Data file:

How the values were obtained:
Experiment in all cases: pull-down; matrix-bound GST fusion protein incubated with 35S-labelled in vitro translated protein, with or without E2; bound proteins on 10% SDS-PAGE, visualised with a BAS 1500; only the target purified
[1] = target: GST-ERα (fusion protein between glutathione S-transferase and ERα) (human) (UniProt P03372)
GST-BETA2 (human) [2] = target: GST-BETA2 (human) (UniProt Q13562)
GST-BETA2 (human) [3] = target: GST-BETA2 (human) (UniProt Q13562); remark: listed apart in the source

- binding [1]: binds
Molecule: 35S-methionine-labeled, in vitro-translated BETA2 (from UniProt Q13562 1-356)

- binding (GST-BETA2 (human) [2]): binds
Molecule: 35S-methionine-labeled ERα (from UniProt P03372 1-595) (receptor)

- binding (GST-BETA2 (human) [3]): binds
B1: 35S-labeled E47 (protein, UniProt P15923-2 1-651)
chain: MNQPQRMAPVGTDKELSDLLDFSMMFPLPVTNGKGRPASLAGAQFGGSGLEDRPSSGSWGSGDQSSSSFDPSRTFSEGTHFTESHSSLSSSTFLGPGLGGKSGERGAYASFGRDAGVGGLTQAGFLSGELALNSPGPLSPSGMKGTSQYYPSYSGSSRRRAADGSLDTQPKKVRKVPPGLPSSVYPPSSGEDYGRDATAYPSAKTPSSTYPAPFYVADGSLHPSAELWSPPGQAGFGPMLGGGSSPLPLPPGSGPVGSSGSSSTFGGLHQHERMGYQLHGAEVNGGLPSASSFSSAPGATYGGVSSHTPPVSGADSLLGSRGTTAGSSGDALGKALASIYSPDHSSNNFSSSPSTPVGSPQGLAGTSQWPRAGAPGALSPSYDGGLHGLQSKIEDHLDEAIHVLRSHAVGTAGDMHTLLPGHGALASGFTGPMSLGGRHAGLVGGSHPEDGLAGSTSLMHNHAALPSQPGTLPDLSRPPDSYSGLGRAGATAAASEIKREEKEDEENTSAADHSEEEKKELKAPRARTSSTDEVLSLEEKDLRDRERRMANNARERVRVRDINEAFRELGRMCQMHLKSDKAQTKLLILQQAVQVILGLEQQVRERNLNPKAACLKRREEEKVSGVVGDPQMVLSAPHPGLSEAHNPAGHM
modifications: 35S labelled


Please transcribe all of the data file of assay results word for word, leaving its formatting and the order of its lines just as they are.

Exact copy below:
How the values were obtained:
Experiment in all cases: pull-down; matrix-bound GST fusion protein incubated with 35S-labelled in vitro translated protein, with or without E2; bound proteins on 10% SDS-PAGE, visualised with a BAS 1500; only the target purified
[1] = target: GST-ERα (fusion protein between glutathione S-transferase and ERα) (human) (UniProt P03372)
GST-BETA2 (human) [2] = target: GST-BETA2 (human) (UniProt Q13562)
GST-BETA2 (human) [3] = target: GST-BETA2 (human) (UniProt Q13562); remark: listed apart in the source

- binding [1]: binds
Molecule: 35S-methionine-labeled, in vitro-translated BETA2 (from UniProt Q13562 1-356)

- binding (GST-BETA2 (human) [2]): binds
Molecule: 35S-methionine-labeled ERα (from UniProt P03372 1-595) (receptor)

- binding (GST-BETA2 (human) [3]): binds
B1: 35S-labeled E47 (protein, UniProt P15923-2 1-651)
chain: MNQPQRMAPVGTDKELSDLLDFSMMFPLPVTNGKGRPASLAGAQFGGSGLEDRPSSGSWGSGDQSSSSFDPSRTFSEGTHFTESHSSLSSSTFLGPGLGGKSGERGAYASFGRDAGVGGLTQAGFLSGELALNSPGPLSPSGMKGTSQYYPSYSGSSRRRAADGSLDTQPKKVRKVPPGLPSSVYPPSSGEDYGRDATAYPSAKTPSSTYPAPFYVADGSLHPSAELWSPPGQAGFGPMLGGGSSPLPLPPGSGPVGSSGSSSTFGGLHQHERMGYQLHGAEVNGGLPSASSFSSAPGATYGGVSSHTPPVSGADSLLGSRGTTAGSSGDALGKALASIYSPDHSSNNFSSSPSTPVGSPQGLAGTSQWPRAGAPGALSPSYDGGLHGLQSKIEDHLDEAIHVLRSHAVGTAGDMHTLLPGHGALASGFTGPMSLGGRHAGLVGGSHPEDGLAGSTSLMHNHAALPSQPGTLPDLSRPPDSYSGLGRAGATAAASEIKREEKEDEENTSAADHSEEEKKELKAPRARTSSTDEVLSLEEKDLRDRERRMANNARERVRVRDINEAFRELGRMCQMHLKSDKAQTKLLILQQAVQVILGLEQQVRERNLNPKAACLKRREEEKVSGVVGDPQMVLSAPHPGLSEAHNPAGHM
modifications: 35S labelled